If you don’t have precise conditioned responses, the groups will open up…FAST and WIDE.

What about 1 hole groups being bad for stopping threats?

That’s a myth based on misunderstandings.

The bigger the difference between your training conditions and reality, the more precise you should be.

If you’re shooting in sterile, slow, low stress conditions, strive for pinpoint accuracy.

If you’re doing force on force training in low light with multiple attackers shooting at you, just make your hits.

But the fundamental skills of being able to press the trigger without disturbing sight alignment and being able to put rounds where you want them to go is always something you should strive for, regardless of the situation.

You can ALWAYS speed up or choose to shoot looser groups, but you can’t conjure up the ability to shoot precisely on the fly…like if you need to make a head shot, distance shot, or shoot a partially exposed threat under or around cover.

Besides…in a dynamic, chaotic self-defense shooting situation, the movement of your attacker will more than likely spread out where the rounds impact, even if you drill each round through the exact same trajectory.

So, what’s the best way to move these skills that you probably already know how to do at the range with no stress to the part of the brain that will be firing on all cylinders when lives are on the line?

In short, it’s not more practice…it’s practicing smarter.

Not shooting a certain number of rounds or doing a certain number of dry fire reps or practicing for a certain amount of time, but using training methods designed to quickly drive skills deep into your motor cortex…way, way quicker and deeper than what you can do with traditional training methods.

How do you do that?

We use more than a dozen accelerated learning techniques in 21 Day Alpha Shooter and Draw Stroke Mastery to make it easy, and every shooter who carries a gun or owns one for self defense should go through these at-home trainings.  Once you’ve got a solid foundation, you REALLY want to go through our Dynamic Gunfight Training that will show you how to correctly integrate movement, stress, and decision making into your training.

Here’s a couple of things you should do no matter what…

When you practice, once you can do the base skill at a high level, add novelty and cognitive load instead of just grinding out endless, mindless reps.

For draw stroke, it might be dry fire practicing draw stroke standing on one leg instead of 2.

Or saying the alphabet backwards out loud as you do your dry fire reps.

Or stepping off the x as you draw, present, and acquire a sight picture.

The difference in learning speed is dramatic.

If you just practice the same skill, over and over with little variation, you’re not going to get much neurogenesis, or new neural connections in the brain.

But if you keep adding slight variations to a skill that you know, every few reps, you will create up to 1.7 MILLION new neural connections per second.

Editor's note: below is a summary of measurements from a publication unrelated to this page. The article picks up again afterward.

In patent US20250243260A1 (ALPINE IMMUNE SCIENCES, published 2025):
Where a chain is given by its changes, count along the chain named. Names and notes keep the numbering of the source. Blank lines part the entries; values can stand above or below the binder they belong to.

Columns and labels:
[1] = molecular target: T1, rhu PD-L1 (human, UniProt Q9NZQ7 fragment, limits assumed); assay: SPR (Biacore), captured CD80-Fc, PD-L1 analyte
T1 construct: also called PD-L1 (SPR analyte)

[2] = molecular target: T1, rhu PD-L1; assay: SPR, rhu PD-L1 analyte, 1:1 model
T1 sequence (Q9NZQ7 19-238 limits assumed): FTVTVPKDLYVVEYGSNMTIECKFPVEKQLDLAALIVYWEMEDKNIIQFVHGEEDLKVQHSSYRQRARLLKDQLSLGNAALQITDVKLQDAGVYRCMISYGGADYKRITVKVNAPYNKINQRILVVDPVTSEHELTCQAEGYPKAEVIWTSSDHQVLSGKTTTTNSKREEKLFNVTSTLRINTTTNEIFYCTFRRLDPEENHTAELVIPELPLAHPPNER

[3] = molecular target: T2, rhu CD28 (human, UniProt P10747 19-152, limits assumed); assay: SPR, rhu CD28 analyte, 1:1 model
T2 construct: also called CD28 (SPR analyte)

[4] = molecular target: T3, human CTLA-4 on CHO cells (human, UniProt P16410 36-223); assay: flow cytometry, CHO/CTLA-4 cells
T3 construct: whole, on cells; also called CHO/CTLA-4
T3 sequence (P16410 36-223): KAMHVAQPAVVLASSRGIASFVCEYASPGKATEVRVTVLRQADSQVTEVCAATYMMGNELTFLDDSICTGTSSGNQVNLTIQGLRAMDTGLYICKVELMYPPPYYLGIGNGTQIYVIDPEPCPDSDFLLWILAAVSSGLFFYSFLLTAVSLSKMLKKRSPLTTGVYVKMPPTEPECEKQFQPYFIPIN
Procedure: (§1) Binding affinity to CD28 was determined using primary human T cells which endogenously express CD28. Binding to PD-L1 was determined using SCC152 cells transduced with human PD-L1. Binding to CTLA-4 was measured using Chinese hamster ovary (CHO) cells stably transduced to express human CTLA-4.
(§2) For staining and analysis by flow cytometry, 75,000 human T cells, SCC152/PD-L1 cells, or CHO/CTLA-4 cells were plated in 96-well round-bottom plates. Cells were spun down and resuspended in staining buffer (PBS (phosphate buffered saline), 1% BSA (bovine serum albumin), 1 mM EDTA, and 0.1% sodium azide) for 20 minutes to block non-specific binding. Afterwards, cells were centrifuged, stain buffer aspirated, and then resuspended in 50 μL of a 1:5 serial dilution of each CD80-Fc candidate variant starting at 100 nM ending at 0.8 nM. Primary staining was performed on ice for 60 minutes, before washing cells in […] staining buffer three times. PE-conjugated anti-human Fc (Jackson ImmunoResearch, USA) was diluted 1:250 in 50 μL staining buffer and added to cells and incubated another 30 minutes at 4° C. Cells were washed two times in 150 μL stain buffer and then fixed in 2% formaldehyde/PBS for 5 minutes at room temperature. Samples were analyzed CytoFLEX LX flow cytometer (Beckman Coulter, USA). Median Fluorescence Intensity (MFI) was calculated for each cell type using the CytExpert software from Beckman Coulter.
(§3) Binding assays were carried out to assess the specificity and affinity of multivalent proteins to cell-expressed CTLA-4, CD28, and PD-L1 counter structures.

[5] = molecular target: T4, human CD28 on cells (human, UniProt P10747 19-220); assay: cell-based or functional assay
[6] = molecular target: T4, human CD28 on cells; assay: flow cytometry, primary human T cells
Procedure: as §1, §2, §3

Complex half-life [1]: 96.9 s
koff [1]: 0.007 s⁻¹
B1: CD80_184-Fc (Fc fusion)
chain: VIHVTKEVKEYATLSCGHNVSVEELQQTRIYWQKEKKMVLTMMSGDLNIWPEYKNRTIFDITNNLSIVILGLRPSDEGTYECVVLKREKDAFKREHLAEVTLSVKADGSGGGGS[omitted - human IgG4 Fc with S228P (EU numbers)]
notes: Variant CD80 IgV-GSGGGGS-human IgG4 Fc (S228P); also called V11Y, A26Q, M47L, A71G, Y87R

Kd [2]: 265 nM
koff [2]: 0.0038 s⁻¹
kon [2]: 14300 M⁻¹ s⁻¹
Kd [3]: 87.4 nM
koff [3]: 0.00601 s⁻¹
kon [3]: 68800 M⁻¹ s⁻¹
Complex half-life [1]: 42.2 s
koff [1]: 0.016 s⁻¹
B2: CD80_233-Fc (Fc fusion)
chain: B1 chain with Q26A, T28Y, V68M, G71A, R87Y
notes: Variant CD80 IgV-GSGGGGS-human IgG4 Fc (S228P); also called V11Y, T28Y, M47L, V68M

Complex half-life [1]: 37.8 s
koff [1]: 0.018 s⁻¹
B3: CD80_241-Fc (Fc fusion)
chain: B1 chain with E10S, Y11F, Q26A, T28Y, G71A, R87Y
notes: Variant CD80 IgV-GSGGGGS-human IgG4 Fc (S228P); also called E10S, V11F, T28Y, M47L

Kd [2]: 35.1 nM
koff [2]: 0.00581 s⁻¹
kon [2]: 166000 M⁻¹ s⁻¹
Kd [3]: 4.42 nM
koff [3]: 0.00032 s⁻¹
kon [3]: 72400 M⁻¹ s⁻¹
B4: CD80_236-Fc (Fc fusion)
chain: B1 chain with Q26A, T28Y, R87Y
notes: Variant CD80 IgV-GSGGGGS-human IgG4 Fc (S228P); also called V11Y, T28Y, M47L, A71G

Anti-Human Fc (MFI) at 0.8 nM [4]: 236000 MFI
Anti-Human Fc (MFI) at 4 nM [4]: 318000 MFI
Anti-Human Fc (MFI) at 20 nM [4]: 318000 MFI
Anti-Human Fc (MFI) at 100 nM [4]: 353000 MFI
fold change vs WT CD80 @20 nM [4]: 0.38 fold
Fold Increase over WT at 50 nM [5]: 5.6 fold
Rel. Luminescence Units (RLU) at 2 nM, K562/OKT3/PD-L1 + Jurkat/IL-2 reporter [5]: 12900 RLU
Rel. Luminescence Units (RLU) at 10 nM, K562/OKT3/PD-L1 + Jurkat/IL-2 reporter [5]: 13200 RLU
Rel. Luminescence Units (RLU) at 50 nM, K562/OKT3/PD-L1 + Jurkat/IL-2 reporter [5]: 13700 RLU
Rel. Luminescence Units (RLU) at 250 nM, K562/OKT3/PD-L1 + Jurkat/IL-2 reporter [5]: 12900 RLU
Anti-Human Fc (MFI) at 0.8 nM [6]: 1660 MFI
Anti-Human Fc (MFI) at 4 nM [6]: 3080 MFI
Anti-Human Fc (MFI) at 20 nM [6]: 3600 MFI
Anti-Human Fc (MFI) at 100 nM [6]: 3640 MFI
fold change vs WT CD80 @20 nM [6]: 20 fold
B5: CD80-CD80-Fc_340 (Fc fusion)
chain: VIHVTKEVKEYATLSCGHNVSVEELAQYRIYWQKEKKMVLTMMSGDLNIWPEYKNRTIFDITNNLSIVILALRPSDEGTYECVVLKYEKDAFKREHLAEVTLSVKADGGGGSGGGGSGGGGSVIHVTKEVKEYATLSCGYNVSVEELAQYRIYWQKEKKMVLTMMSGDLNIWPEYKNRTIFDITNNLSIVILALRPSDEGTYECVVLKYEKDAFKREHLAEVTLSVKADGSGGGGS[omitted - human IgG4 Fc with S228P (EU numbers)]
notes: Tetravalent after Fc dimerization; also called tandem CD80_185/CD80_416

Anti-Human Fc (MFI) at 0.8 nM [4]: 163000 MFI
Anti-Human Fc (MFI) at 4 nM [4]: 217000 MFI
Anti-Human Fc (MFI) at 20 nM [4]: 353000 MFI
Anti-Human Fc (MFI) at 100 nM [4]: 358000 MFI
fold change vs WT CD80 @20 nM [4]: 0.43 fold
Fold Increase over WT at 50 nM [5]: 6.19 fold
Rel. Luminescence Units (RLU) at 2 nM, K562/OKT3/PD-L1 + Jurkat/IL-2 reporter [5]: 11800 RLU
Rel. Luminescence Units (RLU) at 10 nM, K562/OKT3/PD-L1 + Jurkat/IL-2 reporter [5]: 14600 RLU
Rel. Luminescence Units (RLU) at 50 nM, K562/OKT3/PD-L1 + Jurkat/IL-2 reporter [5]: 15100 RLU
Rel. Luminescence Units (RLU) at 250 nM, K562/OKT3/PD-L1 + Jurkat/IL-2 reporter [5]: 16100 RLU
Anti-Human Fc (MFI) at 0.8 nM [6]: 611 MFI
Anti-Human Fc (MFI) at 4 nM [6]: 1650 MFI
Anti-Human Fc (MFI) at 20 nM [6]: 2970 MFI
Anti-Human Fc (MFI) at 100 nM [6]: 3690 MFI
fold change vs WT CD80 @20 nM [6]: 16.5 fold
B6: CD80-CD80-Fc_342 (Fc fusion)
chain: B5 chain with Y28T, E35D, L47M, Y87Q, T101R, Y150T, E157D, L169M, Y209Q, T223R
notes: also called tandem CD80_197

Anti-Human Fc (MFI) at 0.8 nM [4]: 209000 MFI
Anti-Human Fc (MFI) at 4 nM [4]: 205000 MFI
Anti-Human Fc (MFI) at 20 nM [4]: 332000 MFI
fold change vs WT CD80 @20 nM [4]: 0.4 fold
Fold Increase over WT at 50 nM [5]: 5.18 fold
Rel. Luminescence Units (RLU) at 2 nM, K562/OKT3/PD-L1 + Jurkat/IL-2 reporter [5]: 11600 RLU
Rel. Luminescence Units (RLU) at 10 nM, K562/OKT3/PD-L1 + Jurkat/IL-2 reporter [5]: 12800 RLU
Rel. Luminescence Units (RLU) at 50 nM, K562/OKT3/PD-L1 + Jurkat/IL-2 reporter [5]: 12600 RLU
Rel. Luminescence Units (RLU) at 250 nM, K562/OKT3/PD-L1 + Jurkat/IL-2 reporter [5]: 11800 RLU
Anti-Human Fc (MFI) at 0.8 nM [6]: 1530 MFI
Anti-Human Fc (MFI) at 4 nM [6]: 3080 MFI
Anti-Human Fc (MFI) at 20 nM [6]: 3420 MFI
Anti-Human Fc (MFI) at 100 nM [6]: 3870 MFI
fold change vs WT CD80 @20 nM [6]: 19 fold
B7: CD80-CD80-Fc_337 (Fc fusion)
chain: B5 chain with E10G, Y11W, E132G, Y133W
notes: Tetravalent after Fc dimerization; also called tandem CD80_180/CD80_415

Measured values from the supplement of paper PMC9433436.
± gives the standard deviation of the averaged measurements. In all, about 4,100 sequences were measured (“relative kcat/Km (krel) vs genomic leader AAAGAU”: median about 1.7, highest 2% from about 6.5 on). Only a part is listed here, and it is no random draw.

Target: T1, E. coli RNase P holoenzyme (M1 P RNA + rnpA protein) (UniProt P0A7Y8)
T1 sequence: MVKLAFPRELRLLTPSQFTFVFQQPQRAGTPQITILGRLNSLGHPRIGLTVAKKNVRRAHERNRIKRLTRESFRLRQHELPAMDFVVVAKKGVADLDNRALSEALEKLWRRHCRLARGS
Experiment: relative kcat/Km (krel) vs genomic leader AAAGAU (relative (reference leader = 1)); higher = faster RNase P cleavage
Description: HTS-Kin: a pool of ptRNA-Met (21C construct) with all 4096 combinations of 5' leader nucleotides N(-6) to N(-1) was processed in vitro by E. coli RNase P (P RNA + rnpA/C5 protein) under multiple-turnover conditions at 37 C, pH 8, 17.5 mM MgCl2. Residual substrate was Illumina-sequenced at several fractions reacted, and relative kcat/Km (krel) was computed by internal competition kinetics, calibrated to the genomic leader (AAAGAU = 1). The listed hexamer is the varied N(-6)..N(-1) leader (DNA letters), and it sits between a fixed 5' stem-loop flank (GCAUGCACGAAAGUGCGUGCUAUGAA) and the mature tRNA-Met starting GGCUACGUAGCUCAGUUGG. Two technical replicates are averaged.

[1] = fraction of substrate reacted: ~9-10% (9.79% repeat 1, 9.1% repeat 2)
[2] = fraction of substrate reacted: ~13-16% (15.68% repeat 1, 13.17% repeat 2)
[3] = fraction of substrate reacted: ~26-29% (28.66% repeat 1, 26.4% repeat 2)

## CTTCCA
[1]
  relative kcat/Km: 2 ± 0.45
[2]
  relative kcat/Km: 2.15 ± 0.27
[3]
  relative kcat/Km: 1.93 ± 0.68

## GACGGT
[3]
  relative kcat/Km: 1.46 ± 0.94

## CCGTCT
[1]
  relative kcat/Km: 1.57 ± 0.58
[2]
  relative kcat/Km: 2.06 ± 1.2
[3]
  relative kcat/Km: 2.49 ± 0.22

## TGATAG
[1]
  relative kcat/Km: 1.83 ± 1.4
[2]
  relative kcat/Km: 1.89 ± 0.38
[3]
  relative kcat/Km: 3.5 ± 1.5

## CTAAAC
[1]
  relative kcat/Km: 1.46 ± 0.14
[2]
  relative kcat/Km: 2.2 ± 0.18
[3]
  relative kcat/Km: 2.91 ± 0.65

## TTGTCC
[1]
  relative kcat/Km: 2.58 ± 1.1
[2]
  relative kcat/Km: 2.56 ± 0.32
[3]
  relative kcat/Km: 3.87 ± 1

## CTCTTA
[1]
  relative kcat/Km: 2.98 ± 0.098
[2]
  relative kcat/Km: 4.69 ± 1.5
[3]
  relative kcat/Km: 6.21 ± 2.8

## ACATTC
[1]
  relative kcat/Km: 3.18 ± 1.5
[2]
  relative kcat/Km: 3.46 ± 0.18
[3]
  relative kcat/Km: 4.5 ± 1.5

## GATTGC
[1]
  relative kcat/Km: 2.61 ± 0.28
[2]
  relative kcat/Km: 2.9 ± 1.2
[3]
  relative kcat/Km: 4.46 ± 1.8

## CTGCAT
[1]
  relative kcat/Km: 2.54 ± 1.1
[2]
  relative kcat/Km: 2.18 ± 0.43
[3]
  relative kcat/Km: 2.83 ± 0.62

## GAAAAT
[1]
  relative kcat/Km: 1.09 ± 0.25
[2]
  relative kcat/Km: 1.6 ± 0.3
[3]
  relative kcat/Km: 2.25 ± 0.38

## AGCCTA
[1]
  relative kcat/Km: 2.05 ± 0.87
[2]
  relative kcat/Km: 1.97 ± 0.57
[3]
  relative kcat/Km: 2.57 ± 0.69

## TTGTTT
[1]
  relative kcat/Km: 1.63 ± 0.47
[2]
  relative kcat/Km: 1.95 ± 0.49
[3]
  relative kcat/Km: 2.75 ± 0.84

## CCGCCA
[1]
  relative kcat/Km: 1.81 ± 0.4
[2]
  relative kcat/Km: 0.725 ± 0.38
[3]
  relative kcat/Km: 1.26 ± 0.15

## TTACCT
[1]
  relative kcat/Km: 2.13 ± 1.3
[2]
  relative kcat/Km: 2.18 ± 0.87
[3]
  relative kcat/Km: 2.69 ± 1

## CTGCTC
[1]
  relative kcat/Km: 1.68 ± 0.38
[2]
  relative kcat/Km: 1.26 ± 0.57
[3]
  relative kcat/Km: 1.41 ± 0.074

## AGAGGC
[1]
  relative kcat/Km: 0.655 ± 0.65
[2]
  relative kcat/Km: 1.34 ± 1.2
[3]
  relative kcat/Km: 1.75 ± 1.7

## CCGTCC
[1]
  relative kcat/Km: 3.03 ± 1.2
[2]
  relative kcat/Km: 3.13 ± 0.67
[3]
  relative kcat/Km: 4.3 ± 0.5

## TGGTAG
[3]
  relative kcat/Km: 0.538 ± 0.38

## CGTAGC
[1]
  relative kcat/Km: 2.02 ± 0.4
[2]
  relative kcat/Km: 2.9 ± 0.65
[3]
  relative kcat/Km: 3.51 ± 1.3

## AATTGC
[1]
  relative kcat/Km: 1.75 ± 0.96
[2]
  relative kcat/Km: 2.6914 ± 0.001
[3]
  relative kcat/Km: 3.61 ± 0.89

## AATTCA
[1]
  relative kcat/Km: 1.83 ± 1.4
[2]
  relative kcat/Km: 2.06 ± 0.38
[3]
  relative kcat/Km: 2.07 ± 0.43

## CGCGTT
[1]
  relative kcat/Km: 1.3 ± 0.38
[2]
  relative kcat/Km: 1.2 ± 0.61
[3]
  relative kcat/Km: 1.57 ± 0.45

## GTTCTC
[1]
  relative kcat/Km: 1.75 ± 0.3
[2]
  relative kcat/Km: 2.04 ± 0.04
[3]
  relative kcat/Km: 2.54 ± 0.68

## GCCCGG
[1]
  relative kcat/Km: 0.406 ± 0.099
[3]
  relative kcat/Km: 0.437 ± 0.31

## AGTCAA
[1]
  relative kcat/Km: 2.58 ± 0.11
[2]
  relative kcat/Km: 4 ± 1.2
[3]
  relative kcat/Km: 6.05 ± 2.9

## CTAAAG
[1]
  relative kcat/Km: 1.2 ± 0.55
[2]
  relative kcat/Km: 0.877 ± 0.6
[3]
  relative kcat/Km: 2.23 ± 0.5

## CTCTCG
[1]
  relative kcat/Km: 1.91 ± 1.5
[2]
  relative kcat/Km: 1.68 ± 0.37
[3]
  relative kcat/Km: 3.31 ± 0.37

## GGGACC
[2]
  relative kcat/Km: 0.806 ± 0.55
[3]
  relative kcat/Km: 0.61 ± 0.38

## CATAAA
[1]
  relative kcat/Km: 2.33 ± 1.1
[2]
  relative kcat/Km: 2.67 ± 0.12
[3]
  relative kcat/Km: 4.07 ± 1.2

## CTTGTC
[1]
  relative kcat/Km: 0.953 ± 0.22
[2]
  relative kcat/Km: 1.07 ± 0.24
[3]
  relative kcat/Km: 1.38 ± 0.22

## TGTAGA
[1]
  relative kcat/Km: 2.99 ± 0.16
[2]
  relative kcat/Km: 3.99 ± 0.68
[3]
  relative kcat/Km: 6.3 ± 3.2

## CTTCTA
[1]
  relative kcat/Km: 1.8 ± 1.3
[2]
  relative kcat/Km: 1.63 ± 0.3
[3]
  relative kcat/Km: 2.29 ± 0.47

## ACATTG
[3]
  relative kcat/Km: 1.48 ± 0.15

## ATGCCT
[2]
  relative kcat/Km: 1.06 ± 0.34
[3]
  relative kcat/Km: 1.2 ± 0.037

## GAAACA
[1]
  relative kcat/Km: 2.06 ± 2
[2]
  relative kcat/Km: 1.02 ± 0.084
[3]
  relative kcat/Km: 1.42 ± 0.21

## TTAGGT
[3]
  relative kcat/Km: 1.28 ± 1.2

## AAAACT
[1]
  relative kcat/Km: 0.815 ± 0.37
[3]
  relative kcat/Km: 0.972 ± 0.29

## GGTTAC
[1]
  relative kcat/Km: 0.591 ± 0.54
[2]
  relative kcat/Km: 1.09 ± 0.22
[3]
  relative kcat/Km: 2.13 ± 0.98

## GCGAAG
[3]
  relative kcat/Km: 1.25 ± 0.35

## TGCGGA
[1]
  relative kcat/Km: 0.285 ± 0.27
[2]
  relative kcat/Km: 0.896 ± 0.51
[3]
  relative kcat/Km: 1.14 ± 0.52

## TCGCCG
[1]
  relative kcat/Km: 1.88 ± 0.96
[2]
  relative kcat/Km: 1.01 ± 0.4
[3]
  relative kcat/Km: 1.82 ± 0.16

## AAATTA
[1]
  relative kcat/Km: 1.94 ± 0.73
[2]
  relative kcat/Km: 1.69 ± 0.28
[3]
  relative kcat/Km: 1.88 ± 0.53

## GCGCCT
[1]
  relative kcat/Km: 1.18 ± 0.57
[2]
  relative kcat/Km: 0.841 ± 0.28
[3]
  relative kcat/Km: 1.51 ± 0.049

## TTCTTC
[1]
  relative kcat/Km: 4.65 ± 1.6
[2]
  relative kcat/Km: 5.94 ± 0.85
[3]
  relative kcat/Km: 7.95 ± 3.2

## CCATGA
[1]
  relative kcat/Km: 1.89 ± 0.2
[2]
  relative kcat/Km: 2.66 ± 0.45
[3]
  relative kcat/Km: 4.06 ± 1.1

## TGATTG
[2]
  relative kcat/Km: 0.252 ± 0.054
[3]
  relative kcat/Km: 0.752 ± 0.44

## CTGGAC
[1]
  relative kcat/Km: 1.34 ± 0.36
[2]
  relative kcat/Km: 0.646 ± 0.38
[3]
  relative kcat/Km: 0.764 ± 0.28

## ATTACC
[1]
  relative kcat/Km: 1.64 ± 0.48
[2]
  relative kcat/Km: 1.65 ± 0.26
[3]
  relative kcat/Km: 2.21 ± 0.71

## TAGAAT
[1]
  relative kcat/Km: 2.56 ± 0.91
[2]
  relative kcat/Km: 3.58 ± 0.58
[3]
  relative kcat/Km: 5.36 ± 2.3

And, in case your fuzzy on that…1.7 million new neural connections per second is better than none 🙂

That’s just a tiny example of how we’re able to get better results in less time and for less money than what you can get with traditional training methods.  (We spell out how to do it >HERE<)

It’s not just a matter of dry fire vs. live fire…it’s a matter of HOW you train–training smarter–regardless of what tool is in your hands.

So, if you carry a firearm or own a firearm for self-defense purposes, you owe it to yourself to go through our training.  Now.

If you haven’t gone through 21 Day Alpha Shooter yet, it’ll guide you through a 5-15 minute per day follow-along dry fire training program that you can do in your living room.

When you finish it, your skills will be more refined than 90% of gun owners in America today.

It won’t make you a tactical ninja, but many high speed military and law enforcement shooters use this program to sharpen and streamline their fundamental firearms skills.  Start going through 21 Day Alpha Shooter right now by clicking >HERE<

Draw Stroke Mastery delivers more value than a 3-5 day live training and will give you the tools to become one of the top 1% of shooters in less time than what is possible using traditional methods.  Elite level shooters have reported dropping .2, .4, or more on their draw stroke times in just a couple of weeks after being stuck at a plateau for years.  Start going through Draw Stroke Mastery right now by going >HERE<

And our Gunfight Training?  🙂  Let’s just say…there’s nothing else that comes even close to the power of this training.  You’ll develop more real-world skill in less time than what is possible with any other training system or method available today at any price.  You can check it out by going >HERE<

Questions?  Comments?  Let me know by commenting below

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  • Sonny Anteau

    Reply Reply December 3, 2020

    How much,how many shots.

    • Ox

      Reply Reply December 7, 2020

      What, exactly are you referring to?

  • Dave

    Reply Reply July 13, 2020

    As shooters evolve to the gunfight training levels, one tool that might be helpful in a SIRT kind of training environment are the vests that give you a shock when you get shot. Not only does that provide the mental stress that you have to overcome but it reinforces the training for taking cover.

    • Ox

      Reply Reply July 13, 2020

      Absolutely…very pricey, but they can be very effective if used correctly. As you mentioned, “as shooters evolve” is key. If you introduce a pain component to training before the underlying skill has been myelinated, all it does is retard skill development. If you myelinate or reach automaticity first, the stressvest can be a great tool to make the underlying skill more resilient.